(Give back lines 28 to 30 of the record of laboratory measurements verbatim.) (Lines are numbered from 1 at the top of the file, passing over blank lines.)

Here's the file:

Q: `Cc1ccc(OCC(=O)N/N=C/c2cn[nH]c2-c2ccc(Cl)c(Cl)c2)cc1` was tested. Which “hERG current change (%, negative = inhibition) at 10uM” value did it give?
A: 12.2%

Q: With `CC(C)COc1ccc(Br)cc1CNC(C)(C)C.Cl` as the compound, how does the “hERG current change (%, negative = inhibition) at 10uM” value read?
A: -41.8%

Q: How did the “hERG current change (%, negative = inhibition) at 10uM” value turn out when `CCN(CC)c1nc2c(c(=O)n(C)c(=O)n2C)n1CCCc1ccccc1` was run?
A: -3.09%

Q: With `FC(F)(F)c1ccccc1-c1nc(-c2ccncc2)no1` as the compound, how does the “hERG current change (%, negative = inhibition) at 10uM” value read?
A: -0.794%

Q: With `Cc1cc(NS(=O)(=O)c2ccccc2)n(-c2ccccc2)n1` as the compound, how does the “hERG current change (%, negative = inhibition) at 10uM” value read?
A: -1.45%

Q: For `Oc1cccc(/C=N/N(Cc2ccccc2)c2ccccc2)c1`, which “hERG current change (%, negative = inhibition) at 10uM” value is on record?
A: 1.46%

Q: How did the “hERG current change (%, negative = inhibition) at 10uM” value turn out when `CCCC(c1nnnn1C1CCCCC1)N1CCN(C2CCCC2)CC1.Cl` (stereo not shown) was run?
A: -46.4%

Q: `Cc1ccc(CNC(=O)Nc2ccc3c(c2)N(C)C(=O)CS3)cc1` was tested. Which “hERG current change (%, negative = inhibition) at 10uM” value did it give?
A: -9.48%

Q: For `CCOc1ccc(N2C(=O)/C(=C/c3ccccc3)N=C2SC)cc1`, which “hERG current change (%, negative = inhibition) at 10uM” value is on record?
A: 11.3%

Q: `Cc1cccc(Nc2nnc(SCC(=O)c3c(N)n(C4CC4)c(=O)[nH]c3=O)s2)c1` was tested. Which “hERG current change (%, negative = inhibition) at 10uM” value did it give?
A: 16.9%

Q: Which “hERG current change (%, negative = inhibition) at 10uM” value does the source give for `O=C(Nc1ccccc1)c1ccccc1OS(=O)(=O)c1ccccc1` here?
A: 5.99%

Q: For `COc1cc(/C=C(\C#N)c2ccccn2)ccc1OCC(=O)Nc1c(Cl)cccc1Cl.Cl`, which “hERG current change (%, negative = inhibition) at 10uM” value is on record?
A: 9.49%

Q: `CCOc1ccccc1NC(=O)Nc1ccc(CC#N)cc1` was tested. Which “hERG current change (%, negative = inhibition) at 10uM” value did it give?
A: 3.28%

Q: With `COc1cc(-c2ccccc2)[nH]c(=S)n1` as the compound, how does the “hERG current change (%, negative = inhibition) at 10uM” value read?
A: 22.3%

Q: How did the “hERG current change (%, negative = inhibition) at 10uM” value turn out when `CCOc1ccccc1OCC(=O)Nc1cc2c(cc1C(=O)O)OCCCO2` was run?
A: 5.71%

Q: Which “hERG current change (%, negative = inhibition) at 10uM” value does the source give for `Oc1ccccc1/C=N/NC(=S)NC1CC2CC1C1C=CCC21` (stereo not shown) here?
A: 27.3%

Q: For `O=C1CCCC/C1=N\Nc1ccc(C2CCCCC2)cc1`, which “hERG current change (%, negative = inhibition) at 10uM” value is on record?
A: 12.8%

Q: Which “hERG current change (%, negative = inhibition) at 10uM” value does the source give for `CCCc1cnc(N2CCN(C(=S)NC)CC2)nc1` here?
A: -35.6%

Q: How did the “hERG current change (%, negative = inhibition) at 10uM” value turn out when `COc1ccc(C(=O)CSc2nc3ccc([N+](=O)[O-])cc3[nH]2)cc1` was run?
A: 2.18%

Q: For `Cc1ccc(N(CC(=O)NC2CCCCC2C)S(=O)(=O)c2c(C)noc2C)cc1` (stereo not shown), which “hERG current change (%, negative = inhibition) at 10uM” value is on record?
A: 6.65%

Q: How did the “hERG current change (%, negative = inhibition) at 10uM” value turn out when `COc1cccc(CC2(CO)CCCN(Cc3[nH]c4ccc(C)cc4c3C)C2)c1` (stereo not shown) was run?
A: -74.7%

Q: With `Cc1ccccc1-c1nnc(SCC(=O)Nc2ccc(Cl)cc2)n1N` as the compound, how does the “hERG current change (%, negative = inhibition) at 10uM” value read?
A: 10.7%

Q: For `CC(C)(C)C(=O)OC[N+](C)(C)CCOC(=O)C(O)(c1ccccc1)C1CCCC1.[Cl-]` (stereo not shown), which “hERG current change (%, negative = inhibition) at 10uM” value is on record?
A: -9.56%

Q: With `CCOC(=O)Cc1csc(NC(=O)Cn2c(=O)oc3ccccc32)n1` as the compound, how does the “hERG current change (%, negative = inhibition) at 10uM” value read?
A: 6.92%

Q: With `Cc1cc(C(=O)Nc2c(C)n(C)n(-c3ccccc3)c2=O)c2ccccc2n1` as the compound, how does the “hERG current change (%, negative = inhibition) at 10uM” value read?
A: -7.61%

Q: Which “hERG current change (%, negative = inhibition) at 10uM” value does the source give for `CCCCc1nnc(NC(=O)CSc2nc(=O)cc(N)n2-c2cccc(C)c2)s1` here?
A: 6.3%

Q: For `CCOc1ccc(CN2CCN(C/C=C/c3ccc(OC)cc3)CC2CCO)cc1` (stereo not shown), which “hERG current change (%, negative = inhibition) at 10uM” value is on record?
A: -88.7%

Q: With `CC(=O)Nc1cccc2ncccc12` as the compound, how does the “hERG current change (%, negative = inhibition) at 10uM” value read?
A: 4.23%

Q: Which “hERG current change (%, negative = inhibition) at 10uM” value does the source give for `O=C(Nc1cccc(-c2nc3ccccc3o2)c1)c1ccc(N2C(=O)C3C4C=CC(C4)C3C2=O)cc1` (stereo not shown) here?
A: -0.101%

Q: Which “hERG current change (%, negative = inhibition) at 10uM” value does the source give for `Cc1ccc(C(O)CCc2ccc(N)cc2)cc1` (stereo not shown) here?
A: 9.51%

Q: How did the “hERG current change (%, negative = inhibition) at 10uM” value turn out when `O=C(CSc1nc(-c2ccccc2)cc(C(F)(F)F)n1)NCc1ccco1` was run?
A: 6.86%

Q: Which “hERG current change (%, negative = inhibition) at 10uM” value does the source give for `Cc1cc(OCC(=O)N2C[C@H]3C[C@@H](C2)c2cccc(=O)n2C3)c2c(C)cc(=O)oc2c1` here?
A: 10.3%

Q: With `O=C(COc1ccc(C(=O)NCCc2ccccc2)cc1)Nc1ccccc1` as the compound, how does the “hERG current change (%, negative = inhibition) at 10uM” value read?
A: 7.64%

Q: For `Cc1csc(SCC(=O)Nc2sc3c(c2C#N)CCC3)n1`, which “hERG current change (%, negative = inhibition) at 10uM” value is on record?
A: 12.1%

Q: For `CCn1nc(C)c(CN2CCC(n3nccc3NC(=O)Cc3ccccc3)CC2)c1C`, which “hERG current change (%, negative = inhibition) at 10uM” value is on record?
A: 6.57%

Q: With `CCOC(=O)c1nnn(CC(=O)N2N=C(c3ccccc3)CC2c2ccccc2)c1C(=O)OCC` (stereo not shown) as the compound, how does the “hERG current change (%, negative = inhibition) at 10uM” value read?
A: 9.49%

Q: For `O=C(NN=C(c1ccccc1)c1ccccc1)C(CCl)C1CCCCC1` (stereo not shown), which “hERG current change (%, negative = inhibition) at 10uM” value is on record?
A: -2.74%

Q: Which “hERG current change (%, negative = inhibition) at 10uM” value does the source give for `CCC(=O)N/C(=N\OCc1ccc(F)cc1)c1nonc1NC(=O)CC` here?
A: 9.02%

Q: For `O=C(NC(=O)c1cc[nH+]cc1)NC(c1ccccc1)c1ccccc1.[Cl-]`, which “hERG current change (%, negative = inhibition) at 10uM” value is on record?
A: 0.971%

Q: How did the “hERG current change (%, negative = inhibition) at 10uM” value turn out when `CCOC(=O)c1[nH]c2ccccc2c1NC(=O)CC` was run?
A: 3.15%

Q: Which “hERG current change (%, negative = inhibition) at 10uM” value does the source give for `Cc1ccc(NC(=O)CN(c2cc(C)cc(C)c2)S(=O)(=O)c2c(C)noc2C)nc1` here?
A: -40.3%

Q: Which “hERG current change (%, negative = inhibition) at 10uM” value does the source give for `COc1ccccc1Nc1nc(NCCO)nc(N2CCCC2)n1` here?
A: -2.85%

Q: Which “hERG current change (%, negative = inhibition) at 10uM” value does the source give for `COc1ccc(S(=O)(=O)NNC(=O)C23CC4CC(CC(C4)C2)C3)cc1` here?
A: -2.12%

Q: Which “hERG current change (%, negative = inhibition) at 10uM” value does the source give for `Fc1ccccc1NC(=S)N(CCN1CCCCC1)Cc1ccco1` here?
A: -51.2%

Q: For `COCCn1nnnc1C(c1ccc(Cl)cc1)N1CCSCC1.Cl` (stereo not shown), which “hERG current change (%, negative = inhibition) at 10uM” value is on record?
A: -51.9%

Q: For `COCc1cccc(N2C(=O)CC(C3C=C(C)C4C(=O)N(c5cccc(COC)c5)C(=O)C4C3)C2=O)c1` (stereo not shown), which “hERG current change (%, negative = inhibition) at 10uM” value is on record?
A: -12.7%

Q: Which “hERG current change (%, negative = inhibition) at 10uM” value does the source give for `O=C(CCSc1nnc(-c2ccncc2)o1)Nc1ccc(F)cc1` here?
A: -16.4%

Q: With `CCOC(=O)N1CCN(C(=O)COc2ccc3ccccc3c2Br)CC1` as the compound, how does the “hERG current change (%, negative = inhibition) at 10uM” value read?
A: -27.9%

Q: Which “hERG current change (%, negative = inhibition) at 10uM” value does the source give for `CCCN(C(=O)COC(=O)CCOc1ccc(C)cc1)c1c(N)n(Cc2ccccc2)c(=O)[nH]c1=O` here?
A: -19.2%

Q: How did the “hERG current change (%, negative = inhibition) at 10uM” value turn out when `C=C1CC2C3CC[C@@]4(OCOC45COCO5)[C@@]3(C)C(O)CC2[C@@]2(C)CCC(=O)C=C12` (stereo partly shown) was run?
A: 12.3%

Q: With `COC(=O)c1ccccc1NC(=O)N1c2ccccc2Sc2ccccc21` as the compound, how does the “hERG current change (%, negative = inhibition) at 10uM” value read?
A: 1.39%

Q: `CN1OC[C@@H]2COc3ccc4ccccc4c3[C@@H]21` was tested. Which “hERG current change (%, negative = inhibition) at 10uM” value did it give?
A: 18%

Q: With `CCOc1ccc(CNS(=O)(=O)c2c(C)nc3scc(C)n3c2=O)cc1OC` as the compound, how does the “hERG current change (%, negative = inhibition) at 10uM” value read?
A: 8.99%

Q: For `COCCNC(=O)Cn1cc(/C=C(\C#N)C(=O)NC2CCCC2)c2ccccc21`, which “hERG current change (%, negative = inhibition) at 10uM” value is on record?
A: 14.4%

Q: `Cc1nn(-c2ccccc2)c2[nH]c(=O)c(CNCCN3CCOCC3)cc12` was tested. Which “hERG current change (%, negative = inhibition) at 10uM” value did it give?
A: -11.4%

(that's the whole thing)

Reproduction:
A: 22.3%

Q: How did the “hERG current change (%, negative = inhibition) at 10uM” value turn out when `CCOc1ccccc1OCC(=O)Nc1cc2c(cc1C(=O)O)OCCCO2` was run?
A: 5.71%